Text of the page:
SKOWHEGAN — The Portland Sea Dogs will celebrate women’s voting rights later this month and honor Maine’s own U.S. Sen. Margaret Chase Smith, the first woman whose name was placed in nomination for president at a major party’s national convention, by giving away bobblehead dolls of the iconic politician.

The Boston Red Sox affiliate will recognize passage of the 19th Amendment to the U.S. Constitution, the one that gave women the right to vote starting in 1920 with a Margaret Chase Smith bobblehead doll giveaway day, Saturday, Aug. 26, Women’s Equality Day.

The bobblehead will be given to the first 1,000 fans to enter the ballpark and won’t be available commercially, said David Richards, director of the Margaret Chase Smith Library in Skowhegan. He said the bobblehead idea was a surprise, but an honor, too.

“It very much took us by surprise when the Sea Dogs approached us about doing it,” Richards said. “They wanted to do something to honor Women’s Equality Day. They thought Margaret would be someone good to symbolize that event.”

Women’s Equality Day was established in 1971 at the behest of Rep. Bella Abzug, D-N.Y., according to the National Women’s History Project.

Smith, a Republican, was born in Skowhegan and served 32 years in Congress, first in the House of Representatives from 1940 to 1949 and later as a U.S. senator from 1949 to 1973.


She was the first woman to serve in both houses of Congress. Smith gained national attention in 1950 as the first senator to oppose McCarthyism with her “Declaration of Conscience” speech. In 1964 she became the first woman whose name was placed in nomination for president at a major American political party’s national convention. Sen. Barry Goldwater, of Arizona, won the Republican nomination that year.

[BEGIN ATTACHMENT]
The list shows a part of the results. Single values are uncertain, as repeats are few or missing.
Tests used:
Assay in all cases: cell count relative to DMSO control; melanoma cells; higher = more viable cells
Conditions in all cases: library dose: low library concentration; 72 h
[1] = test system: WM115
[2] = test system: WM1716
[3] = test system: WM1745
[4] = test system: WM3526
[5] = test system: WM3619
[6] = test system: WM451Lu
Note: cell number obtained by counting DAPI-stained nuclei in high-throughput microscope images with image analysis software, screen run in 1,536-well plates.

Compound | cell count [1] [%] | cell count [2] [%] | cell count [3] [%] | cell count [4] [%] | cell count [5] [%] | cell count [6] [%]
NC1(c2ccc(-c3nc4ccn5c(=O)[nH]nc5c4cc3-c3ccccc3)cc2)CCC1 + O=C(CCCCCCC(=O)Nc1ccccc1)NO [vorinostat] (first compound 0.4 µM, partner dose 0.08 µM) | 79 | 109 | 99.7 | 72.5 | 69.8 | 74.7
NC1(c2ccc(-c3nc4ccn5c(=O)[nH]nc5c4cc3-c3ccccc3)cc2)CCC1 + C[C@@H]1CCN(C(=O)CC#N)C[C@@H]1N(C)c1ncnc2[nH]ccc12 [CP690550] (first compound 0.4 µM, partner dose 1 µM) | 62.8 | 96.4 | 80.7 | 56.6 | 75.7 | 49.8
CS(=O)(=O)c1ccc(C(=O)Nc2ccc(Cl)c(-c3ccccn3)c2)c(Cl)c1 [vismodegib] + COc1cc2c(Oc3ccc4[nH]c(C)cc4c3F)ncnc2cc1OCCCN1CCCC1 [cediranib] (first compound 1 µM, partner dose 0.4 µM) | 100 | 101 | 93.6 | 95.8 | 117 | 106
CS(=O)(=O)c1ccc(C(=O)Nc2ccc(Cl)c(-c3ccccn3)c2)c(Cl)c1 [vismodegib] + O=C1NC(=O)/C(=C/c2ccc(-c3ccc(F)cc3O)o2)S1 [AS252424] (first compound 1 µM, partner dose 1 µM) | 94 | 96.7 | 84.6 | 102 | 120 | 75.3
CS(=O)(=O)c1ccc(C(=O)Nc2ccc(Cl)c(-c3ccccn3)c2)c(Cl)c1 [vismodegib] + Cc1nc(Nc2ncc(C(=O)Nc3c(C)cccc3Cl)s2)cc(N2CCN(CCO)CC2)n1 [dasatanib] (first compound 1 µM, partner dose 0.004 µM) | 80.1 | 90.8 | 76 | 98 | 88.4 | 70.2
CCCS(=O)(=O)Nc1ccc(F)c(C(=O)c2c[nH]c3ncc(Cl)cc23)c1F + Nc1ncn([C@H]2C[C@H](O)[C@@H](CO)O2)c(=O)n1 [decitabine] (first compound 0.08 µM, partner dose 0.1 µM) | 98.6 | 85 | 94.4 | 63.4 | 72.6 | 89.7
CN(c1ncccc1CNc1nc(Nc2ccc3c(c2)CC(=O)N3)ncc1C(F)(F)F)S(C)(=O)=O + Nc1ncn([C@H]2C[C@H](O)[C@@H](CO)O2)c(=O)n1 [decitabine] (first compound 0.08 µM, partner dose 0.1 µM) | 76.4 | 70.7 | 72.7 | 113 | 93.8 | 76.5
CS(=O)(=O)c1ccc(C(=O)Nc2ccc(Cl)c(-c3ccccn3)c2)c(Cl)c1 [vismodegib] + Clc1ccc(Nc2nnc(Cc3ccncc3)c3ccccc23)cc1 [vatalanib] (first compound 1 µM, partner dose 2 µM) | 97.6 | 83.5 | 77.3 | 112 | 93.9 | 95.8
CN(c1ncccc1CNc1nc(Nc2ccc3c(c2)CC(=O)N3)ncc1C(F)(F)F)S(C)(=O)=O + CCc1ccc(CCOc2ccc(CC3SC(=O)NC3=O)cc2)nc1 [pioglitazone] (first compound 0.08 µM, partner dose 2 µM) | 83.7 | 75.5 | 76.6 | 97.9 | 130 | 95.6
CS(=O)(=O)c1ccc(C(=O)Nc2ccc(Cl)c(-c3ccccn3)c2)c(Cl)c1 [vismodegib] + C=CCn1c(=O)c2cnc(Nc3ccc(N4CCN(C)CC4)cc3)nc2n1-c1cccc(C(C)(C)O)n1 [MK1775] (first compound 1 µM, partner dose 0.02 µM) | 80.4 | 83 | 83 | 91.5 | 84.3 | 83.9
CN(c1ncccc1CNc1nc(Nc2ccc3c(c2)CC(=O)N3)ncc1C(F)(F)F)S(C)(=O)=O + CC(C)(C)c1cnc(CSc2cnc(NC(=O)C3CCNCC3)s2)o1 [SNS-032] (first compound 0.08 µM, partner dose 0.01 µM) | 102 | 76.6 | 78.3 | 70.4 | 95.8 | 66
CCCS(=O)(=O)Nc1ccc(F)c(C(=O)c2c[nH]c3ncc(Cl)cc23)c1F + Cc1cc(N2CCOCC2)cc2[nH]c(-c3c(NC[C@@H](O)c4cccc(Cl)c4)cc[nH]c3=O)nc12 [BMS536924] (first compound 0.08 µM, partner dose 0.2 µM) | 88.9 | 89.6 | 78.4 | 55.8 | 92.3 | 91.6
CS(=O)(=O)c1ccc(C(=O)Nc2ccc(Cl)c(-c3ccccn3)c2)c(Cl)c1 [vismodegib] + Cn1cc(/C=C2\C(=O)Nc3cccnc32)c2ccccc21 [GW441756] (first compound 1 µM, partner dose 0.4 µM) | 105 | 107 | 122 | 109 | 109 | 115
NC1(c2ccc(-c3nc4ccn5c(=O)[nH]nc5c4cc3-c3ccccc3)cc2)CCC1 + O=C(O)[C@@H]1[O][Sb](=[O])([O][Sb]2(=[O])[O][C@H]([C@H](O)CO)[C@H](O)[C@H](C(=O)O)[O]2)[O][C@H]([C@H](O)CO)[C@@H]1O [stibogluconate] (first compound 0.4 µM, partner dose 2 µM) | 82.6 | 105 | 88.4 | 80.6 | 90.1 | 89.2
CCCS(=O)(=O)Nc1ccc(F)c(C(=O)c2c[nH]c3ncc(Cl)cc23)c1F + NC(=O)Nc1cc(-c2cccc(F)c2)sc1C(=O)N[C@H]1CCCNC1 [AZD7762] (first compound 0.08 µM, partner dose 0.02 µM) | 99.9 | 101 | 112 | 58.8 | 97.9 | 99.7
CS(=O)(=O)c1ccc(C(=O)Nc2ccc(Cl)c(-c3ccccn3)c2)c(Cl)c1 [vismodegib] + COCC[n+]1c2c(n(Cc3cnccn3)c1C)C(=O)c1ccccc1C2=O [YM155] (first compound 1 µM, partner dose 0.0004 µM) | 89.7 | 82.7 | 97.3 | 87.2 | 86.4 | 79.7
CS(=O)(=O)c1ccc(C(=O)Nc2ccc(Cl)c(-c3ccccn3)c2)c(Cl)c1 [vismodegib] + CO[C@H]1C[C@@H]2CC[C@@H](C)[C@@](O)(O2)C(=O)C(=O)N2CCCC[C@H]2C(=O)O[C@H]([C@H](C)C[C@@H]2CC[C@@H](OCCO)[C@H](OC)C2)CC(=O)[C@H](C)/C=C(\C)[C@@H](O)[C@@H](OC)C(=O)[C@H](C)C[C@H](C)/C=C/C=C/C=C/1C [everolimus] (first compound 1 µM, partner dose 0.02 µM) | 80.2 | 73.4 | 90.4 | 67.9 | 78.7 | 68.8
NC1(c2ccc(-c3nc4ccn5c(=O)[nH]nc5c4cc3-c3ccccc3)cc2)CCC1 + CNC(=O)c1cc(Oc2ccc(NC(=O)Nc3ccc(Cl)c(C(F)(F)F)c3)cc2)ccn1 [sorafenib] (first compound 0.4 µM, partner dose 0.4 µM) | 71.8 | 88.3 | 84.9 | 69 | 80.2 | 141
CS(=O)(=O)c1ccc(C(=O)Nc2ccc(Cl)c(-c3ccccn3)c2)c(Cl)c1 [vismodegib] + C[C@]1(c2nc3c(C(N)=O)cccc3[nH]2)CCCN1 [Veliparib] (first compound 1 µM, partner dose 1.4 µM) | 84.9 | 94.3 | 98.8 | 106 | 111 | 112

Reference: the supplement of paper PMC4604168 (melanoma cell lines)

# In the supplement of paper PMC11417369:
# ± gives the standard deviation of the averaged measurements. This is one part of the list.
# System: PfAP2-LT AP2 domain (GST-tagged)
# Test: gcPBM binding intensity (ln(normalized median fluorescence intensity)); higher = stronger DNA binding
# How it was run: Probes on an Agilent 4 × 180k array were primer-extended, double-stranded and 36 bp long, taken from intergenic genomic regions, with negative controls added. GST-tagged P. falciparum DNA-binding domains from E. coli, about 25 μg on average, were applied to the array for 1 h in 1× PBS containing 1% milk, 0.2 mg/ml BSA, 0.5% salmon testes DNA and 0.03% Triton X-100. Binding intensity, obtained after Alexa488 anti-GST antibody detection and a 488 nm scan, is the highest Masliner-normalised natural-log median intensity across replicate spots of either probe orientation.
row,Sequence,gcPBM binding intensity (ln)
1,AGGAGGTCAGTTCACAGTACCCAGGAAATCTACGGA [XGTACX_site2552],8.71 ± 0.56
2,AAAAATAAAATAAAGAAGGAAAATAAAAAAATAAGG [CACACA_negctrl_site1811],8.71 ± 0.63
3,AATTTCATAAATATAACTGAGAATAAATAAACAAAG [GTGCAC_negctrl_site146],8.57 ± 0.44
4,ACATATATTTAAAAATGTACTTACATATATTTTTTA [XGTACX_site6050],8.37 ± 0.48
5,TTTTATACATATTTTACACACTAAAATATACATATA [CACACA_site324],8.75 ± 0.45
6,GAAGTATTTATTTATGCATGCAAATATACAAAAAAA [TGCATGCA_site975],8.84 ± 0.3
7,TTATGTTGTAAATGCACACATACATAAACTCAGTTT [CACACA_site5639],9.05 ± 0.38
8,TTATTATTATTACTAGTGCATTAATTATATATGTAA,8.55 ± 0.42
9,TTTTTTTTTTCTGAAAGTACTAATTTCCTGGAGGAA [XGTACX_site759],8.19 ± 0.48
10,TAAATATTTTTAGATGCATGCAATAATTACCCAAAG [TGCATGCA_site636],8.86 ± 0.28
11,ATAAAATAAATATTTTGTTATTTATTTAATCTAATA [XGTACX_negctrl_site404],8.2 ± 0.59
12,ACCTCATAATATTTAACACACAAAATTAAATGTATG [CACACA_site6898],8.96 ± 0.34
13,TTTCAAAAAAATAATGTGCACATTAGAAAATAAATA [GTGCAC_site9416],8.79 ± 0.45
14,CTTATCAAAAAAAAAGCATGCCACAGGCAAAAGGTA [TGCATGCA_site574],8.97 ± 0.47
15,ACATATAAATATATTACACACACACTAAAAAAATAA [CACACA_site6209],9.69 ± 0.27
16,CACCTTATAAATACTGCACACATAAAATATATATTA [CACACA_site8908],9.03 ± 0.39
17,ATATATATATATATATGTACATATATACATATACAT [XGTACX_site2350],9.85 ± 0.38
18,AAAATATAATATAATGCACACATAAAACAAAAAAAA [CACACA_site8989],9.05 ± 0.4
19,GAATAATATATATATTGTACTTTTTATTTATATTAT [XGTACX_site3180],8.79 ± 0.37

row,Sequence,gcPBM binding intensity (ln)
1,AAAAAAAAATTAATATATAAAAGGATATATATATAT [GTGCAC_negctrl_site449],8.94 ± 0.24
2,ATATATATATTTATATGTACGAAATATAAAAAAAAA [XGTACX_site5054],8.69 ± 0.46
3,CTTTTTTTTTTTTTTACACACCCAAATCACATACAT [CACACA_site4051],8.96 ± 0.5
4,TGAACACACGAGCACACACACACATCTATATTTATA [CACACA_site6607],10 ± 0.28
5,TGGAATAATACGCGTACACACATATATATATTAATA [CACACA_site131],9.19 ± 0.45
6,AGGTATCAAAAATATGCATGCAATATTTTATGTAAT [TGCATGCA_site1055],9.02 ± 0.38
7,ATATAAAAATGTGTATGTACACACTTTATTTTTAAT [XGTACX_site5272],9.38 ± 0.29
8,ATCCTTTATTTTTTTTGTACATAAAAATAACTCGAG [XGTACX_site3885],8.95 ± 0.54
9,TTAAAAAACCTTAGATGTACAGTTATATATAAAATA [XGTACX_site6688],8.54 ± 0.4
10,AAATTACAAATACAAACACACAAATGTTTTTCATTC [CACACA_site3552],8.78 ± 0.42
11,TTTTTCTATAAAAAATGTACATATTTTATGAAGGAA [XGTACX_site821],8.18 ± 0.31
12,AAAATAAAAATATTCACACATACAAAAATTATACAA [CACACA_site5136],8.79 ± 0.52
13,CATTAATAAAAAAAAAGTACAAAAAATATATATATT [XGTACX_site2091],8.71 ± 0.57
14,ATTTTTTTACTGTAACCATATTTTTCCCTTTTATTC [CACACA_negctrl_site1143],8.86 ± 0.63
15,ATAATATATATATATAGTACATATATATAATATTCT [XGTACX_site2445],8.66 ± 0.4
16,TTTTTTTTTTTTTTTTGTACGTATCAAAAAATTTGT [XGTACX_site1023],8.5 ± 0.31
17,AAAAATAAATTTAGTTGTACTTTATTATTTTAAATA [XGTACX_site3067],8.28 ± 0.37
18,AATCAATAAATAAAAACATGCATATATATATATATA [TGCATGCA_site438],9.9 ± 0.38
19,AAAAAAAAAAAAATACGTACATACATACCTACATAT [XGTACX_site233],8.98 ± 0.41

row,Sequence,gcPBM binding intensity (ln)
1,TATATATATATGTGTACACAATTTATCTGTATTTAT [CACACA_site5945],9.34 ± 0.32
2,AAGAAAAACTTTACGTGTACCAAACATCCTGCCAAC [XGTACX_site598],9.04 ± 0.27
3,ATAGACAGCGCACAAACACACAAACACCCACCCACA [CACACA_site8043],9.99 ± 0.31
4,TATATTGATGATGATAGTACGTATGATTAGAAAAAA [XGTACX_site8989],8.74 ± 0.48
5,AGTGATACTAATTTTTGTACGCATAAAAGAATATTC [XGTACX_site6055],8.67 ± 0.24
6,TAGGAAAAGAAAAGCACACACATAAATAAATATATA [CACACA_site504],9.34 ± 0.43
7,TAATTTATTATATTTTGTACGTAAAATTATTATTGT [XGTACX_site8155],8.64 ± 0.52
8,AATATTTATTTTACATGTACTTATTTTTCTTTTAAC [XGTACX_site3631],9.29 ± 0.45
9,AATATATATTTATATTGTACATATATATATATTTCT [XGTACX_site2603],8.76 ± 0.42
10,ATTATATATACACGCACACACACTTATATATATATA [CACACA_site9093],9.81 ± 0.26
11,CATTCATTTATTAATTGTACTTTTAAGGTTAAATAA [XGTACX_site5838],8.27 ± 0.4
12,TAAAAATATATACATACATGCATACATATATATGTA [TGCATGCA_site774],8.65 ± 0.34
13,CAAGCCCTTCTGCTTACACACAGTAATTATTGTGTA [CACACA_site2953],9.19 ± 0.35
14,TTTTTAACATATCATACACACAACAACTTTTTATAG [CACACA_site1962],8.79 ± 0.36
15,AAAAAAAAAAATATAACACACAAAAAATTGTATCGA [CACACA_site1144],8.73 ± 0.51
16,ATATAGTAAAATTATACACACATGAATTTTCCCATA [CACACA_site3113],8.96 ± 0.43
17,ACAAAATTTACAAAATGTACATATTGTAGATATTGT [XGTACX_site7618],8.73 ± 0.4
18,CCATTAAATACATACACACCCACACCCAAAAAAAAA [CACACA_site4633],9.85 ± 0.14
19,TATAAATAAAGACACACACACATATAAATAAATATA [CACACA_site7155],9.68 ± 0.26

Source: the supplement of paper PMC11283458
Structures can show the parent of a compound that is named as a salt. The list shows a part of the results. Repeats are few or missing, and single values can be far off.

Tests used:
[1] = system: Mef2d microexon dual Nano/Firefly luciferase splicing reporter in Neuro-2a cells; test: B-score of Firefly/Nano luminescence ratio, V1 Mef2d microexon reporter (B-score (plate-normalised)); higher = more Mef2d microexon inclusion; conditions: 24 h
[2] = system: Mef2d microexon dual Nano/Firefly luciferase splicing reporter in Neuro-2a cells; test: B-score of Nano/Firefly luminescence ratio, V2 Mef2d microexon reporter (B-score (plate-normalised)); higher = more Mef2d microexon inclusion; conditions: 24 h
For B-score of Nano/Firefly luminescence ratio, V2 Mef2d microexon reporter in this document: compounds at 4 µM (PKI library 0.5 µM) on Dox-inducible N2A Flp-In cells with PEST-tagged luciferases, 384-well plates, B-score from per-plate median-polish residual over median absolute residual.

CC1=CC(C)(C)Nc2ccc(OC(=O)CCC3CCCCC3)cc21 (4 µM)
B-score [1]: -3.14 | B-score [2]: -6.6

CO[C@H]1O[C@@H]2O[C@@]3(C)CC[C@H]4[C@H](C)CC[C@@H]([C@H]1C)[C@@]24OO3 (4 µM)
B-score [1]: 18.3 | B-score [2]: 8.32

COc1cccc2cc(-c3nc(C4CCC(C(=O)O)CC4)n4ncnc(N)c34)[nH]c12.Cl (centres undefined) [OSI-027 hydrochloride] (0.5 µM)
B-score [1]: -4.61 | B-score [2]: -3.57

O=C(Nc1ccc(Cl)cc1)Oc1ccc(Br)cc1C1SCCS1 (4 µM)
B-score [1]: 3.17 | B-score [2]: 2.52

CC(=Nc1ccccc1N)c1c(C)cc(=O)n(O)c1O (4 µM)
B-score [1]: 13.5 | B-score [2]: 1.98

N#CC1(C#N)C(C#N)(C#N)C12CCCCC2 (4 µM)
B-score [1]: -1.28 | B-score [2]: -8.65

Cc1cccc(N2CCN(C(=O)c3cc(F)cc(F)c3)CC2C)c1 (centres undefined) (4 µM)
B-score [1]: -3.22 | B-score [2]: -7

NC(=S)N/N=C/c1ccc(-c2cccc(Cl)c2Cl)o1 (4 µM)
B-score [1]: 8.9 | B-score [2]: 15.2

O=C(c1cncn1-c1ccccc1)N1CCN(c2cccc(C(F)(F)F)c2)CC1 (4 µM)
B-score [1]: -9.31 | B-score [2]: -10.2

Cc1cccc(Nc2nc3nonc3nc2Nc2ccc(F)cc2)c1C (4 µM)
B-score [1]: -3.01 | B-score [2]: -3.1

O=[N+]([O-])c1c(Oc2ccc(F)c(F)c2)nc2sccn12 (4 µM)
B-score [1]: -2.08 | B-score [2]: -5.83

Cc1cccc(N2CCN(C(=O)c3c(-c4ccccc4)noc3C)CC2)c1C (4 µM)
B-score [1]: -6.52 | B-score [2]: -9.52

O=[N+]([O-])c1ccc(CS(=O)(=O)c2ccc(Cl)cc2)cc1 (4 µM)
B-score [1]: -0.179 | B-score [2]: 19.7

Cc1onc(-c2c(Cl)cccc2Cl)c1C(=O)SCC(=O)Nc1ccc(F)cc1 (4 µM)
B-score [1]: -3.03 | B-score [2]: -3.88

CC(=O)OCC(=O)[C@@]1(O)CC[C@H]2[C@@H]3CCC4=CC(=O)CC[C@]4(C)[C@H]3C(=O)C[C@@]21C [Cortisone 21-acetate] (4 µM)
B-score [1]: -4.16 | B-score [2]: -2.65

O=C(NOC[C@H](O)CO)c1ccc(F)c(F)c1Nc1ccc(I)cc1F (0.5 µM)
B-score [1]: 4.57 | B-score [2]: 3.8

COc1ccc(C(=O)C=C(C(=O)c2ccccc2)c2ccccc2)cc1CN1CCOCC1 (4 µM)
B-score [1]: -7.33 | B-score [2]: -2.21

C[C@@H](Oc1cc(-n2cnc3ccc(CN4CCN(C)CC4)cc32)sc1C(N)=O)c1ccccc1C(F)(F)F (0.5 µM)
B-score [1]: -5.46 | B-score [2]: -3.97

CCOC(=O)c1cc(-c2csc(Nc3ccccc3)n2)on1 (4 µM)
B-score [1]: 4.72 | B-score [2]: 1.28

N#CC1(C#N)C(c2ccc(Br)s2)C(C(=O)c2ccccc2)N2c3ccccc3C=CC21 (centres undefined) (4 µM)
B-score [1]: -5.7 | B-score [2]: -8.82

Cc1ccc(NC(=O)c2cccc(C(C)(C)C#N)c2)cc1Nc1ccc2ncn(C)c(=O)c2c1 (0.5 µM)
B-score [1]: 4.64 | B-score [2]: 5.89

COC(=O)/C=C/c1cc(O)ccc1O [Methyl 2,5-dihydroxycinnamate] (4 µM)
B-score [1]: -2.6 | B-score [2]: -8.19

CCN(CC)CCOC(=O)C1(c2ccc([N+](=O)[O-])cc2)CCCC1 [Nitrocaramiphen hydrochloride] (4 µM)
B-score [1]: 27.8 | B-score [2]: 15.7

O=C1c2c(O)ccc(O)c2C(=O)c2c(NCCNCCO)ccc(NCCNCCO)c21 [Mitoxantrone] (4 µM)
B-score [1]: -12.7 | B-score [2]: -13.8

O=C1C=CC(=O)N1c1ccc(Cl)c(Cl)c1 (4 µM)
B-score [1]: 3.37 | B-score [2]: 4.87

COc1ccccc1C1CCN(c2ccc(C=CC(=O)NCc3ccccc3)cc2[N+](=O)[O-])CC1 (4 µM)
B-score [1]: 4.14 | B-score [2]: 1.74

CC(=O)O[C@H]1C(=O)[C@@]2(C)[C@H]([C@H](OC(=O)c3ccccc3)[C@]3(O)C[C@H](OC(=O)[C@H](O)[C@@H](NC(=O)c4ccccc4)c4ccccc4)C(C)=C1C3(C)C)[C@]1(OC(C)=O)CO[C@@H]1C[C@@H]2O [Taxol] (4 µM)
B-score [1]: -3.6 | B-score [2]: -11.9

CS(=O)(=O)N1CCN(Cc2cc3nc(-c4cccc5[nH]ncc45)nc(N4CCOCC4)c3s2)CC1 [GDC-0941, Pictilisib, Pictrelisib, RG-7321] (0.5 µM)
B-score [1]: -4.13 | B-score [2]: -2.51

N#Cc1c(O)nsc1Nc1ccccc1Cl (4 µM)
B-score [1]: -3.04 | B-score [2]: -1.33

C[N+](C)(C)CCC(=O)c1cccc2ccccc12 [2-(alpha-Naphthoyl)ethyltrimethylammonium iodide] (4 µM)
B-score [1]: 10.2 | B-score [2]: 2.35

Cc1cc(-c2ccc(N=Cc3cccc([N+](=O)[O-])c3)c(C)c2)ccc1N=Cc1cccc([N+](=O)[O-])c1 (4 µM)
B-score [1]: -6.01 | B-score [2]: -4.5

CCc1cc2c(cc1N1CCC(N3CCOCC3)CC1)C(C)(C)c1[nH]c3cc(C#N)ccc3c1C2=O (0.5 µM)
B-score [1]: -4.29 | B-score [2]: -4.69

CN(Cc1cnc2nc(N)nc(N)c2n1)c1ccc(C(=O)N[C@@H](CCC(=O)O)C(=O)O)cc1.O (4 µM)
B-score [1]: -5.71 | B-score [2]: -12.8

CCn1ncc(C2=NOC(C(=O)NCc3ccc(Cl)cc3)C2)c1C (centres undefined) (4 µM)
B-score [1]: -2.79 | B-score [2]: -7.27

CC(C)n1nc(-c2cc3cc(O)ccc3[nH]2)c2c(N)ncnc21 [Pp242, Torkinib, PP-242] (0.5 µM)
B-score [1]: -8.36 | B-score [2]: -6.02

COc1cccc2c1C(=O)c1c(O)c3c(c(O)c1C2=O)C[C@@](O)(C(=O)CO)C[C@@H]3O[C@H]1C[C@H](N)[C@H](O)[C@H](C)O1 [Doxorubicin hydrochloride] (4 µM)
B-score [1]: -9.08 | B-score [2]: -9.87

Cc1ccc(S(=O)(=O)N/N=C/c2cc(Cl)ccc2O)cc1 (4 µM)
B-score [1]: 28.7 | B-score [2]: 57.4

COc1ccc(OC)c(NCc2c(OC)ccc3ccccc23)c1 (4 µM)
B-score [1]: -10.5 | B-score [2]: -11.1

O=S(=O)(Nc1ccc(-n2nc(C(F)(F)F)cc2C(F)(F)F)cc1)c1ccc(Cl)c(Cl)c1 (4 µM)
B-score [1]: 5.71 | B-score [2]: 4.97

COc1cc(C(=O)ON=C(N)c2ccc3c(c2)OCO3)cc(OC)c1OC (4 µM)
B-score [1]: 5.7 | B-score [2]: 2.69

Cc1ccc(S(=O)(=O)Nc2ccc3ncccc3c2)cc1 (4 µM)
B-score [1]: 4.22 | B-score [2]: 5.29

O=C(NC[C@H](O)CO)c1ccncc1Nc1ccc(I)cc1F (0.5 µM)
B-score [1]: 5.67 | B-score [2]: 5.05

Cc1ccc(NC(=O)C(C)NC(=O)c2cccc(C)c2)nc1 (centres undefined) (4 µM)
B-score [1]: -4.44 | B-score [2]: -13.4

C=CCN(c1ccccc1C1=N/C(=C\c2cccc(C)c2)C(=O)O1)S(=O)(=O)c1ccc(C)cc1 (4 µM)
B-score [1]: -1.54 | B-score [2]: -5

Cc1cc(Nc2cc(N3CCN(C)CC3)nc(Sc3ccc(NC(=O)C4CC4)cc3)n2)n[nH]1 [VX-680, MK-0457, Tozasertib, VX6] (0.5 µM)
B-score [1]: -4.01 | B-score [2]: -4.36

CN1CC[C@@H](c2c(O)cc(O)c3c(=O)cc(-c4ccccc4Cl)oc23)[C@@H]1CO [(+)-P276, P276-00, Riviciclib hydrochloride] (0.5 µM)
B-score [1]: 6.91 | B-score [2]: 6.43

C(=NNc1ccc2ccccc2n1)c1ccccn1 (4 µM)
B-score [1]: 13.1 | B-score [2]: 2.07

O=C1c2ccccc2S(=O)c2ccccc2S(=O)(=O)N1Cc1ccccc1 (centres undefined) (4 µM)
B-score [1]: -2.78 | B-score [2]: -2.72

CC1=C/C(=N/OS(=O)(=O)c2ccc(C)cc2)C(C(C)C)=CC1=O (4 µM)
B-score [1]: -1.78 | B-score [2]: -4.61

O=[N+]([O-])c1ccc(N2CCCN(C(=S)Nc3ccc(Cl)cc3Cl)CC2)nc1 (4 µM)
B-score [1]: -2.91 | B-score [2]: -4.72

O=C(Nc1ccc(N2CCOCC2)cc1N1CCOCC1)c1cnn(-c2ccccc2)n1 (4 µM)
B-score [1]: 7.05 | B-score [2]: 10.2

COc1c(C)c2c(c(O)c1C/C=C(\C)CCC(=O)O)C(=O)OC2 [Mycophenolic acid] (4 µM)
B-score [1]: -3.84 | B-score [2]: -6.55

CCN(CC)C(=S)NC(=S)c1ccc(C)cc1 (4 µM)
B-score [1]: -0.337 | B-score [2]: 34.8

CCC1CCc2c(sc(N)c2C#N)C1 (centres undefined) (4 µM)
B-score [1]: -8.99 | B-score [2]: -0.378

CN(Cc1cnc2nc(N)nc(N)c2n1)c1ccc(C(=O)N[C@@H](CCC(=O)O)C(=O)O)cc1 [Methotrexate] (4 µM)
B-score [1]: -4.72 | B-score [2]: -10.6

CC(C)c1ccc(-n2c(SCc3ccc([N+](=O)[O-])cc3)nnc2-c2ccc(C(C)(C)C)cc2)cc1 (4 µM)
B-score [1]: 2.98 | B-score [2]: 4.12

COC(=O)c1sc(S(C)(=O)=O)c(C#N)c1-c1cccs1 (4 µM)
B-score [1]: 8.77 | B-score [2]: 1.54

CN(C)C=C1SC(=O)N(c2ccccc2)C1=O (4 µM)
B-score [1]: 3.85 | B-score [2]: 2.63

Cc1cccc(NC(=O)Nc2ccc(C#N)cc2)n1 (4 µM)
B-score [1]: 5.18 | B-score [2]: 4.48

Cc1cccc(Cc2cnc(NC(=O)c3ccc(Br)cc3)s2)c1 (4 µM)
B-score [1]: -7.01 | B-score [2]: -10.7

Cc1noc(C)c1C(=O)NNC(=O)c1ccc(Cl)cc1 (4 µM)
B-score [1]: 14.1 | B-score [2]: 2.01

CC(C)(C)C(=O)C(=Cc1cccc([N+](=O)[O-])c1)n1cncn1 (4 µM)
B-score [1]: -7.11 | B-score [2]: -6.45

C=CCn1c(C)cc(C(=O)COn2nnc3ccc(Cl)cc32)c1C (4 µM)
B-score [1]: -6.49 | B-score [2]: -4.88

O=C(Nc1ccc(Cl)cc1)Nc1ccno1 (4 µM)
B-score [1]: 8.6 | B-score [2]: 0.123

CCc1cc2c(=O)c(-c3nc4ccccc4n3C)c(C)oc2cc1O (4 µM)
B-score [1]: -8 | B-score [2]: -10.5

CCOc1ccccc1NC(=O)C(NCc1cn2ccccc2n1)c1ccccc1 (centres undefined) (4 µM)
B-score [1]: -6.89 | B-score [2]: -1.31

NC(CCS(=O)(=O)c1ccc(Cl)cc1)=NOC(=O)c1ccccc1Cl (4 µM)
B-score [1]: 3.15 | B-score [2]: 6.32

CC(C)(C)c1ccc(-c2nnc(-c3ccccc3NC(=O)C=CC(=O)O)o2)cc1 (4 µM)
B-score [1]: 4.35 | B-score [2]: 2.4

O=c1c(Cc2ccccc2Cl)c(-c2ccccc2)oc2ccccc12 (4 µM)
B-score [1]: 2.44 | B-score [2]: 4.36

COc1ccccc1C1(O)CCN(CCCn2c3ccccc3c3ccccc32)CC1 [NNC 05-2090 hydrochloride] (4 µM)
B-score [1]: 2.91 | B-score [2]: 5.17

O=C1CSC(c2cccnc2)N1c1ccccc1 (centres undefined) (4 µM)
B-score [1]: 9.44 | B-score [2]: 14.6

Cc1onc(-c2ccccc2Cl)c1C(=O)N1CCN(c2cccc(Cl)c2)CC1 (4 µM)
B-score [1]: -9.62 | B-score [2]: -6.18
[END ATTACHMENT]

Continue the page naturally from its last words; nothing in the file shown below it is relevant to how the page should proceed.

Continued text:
“We were honored that they thought of her as a good person to symbolize that event,” Richards said. “The board of the Margaret Chase Smith Foundation, which runs the library, has always been very cautious about how Margaret’s image is used, but they were persuaded that it was meant to honor her.

“They’re only making up a supply to give out at the game. They’re not going to carry them at the gift shop. There’s only going to be 1,000 of them.”

The Sea Dogs are hosting the Binghamton Rumble Ponies that day at 6 p.m. Gates will open at 4:30 p.m. A bus to Hadlock Field has been arranged by the Skowhegan Parks and Recreation Department to include transportation and reserved seating. The bus will depart at 4 p.m. the day of the game. Skowhegan residents pay $10; nonresidents, $15. Registrations are being accepted at the Skowhegan Community Center by calling 474-6901. Space is limited, so fans are advised to register early.

Richards said the late senator was a fan of the Boston Red Sox, which is the parent club of the Double A Portland Sea Dogs.

“Along the way, Senator Smith was a diehard Red Sox fan,” according to promotional material on, the official site for minor league baseball. “In 1950, she wrote in her nationally syndicated newspaper column, ‘Washington & You,’ that ‘every time the Red Sox lose a game, we Red Sox fans die just a little.’ A year later she added: ‘When I think of baseball, I think of the Red Sox.'”


Richards said the library has many newspaper clippings on display in which Smith talks about the Red Sox in the 1950s, a period when the Red Sox “were very much in the shadow of the New York Yankees.”

Doug Harlow — 612-2367

[email protected]


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